I recently participated in a weekend trip to Magoebaskloof with a bunch of Instagrammers. It was a typical trip for me, in many ways: fun, social-media-oriented, filled with non-stop action, and planned by someone else. I loved it, and I’ll have lots more to say about that weekend in a future post.
But instead of going home at the end of the weekend, as I normally would, I stayed behind for another week and practiced a different kind of travel. I drove all over Limpopo, exploring corners of the province that are far from conventional tourism routes, following my own agenda rather than someone else’s. Venda was my final destination.
My friend Lucky is from Venda. It’s a former Bantustan in the northeastern tip of South Africa. (Bantustans were separate “countries” the South African apartheid government set up in the mid-20th century as a way of keeping black people in poverty, essentially enslaved, and separating them from the ruling minority whites.) Venda borders Zimbabwe, and the Venda language is more similar to Shona (one of Zimbabwe’s dominant languages) than it is to any of South Africa’s other ten official languages.
I’ve been wanting to visit Lucky’s family in Venda for years, and last weekend we finally made it happen.
A Weekend in Venda
After an amazing experience exploring Limpopo’s Ribola Art Route, which I’ll write about in a future post, I met Lucky at a petrol station in the town of Makhado (formerly Louis Trichard). We did some shopping, I had my punctured front tire patched (rural Limpopo’s roads are not to be taken lightly), and we picked up Lucky’s younger brother, Mpho. Then we drove 30 minutes to Lucky’s parents’ house in Murunwa, Lucky’s home village.
I was most excited to meet Lucky’s parents, Johannes and Anna. Johannes, who is in his late 80s and blind, is a legendary figure in the family. (Read more about Johannes in a previous post I wrote about Lucky’s life.) On both of the days that I met him, Johannes was wearing a suit.
Anna holds an Instax portrait of several members of the family: left-to-right are Lucky, Lucky’s sister-in-law Alfina and his nephew Tendi, Johannes and Anna, Lucky’s uncle Edward, his brother Mpho, and his nephew Andani.
After an hour or so in Murunwa we went on to Lucky’s new house, just up the road in Phadzima, where Lucky lives with his wife and two sons when he’s not working in Joburg.
Lucky finished building this one-room house about a year ago. The house is near the top of a steep hill, and all the materials for building the house were carried up a narrow dirt path that left me short of breath each time I climbed it. The house doesn’t have running water; Lucky’s wife, Vhutshilo, carries all of the household’s water in buckets up that narrow dirt path.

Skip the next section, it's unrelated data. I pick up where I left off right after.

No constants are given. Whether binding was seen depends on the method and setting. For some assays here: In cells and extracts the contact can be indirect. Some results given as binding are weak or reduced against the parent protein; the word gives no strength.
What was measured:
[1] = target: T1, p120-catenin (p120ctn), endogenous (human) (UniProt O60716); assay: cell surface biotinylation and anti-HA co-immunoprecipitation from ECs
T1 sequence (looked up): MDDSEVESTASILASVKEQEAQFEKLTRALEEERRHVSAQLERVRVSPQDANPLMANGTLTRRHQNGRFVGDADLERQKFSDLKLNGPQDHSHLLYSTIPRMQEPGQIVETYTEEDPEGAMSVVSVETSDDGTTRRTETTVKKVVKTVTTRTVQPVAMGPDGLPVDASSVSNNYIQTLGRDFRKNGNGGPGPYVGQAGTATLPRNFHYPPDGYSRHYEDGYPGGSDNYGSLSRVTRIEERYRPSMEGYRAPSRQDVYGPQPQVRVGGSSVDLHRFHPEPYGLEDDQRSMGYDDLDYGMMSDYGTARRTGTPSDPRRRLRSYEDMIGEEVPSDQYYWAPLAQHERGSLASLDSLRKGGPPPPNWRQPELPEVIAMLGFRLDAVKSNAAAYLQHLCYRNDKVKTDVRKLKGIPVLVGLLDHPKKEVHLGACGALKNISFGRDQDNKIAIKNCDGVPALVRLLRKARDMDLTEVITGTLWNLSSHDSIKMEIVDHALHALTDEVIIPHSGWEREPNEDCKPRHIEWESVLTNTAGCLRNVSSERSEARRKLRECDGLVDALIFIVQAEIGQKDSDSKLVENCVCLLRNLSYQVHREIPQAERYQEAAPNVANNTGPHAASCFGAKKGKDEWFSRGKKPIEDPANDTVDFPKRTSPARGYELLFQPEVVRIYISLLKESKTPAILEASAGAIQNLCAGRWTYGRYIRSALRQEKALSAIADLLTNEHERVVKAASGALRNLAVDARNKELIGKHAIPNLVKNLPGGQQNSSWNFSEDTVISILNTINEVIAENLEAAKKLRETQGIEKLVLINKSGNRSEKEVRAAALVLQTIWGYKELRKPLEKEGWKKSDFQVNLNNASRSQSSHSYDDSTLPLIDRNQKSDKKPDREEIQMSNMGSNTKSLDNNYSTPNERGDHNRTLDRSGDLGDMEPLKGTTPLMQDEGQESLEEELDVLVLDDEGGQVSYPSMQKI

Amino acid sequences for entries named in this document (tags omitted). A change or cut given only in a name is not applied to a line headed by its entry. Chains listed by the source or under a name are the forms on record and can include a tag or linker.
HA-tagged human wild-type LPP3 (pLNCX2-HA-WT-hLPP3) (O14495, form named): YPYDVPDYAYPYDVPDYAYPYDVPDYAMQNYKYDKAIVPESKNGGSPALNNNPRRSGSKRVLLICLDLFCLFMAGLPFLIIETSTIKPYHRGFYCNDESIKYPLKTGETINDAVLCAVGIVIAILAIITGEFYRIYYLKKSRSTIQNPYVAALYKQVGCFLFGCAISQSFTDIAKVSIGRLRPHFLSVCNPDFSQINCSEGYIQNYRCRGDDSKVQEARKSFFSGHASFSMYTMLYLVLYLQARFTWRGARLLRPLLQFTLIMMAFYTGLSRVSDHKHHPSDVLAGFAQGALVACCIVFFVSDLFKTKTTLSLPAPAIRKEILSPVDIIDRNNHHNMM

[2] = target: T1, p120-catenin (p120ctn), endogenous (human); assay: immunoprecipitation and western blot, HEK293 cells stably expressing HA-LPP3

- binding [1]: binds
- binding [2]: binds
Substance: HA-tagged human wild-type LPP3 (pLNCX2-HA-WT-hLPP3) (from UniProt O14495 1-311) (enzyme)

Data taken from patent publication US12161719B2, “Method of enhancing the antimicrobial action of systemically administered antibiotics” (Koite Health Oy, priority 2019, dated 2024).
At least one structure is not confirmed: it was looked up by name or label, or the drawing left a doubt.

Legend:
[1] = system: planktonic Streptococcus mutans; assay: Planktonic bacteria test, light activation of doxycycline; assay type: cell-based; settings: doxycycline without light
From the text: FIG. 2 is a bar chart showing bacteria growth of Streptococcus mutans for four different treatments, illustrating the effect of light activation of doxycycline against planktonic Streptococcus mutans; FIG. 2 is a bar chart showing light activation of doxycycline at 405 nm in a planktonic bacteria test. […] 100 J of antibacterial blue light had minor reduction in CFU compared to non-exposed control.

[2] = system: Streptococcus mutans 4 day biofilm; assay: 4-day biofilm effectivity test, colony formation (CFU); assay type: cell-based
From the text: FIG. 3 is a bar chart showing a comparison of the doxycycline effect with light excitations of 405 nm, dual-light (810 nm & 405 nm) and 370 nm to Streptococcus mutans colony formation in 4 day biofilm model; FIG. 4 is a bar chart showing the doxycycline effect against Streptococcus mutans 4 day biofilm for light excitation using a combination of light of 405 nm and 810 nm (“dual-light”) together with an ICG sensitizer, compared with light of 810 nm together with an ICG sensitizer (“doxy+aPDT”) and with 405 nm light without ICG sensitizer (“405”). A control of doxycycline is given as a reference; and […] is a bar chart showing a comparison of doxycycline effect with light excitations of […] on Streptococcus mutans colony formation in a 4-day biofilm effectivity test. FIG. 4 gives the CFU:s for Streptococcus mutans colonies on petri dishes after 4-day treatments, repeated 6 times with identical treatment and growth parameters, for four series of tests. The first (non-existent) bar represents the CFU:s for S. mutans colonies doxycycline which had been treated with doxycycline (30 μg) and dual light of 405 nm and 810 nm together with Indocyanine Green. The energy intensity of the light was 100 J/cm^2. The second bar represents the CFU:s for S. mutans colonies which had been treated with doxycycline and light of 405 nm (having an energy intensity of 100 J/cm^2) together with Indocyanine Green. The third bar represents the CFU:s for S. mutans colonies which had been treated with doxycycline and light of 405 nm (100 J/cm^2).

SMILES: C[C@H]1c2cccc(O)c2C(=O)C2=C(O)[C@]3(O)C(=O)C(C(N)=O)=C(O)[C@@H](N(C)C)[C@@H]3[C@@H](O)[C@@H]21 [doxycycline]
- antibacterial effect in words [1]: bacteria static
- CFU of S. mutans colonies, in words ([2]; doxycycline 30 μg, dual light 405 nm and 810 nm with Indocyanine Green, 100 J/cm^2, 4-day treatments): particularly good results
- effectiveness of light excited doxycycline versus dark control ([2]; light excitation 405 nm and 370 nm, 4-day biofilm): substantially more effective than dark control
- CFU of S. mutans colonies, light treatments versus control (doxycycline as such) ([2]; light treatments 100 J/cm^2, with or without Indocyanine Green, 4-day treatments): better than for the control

See the top row of houses on the hill? Lucky’s house is the second from left. If you look down below it, on the dirt road, you’ll see a tiny silver car — my car — which is parked at the bottom of the narrow path.
I loved Lucky’s house from the moment we arrived. I loved the view of the surrounding mountains. I loved the intimacy of the single room, which magically contains everything one could need. (Although my western, white-privileged brain could not conceive how four people can live there together. I mentioned this to Lucky during the drive back to Joburg; he laughed and said it’s not a problem at all.) I loved the sounds. I loved the smooth, polished cement floor and the neatly swept yard, made of dried cow dung.
I guess Lucky could see how much I loved his house. When I brought up the idea of sleeping at a B&B, as we sat over a meal of chicken stew, mango atchar, and sour pap, Lucky insisted that I would stay at his house for the weekend. He and Vhutshilo would take the kids and stay with his parents. I protested, briefly, but then agreed. Allowing me to stay alone at his house was the best gift Lucky could have given me.
Here are my sharpest memories from staying at Lucky’s place:
- Sitting on a plastic chair in the yard at dusk, just after Lucky left with his family, listening to the sounds of the village and drinking pink wine from a water glass.
- Tugging open the corrugated iron door to the privy at the bottom of the yard, struggling to close it again once I was inside, and trying to act like long-drop toilets are the most normal thing in the world to me.
- Washing my face and hands in a small plastic bowl, becoming acutely aware of how much water I waste on a daily basis.
- Waking up at dawn to find the mountain surrounded by mist, listening to gospel songs wafting up from a funeral tent below. Funerals last all night in Venda.
- Posting as many Instagrams as I pleased, and even streaming podcasts on my phone because there is a Vodacom tower in Phadzima and the entire village has perfect 4G signal. (The South Africans among you will appreciate this.)
- Sharing my trail mix with the neighborhood kids, who wandered over and couldn’t figure out what I was doing alone in their friend Rudzani’s house.
- Catching a minibus taxi from Murunwa to Phadzima, just before sunset. Several wide-eyed teenagers approached me at the side of the road (I think it’s pretty rare to see a white woman waiting for a taxi in Murunwa) and told me how happy they were to meet me. One of them hugged me. When I flagged down a taxi and got in, the kids ran behind the van, waving and laughing.
- Waking up on the last morning, exhausted and emotionally drained, and texting my mom. “I was just thinking how nice it would have been if you were here with me visiting Lucky’s family,” I typed. And then I burst into tears.
- Walking down the steep, narrow path for the last time and getting into my car with Lucky, who was driving back to Joburg with me. Vhutshilo held Adi, who clutched the Instax photo I’d taken of his father. When Adi realized Lucky was leaving with me, his little face crumpled and he began to cry.
That was my weekend in Venda. I don’t have any more words to describe it. I’ll be back.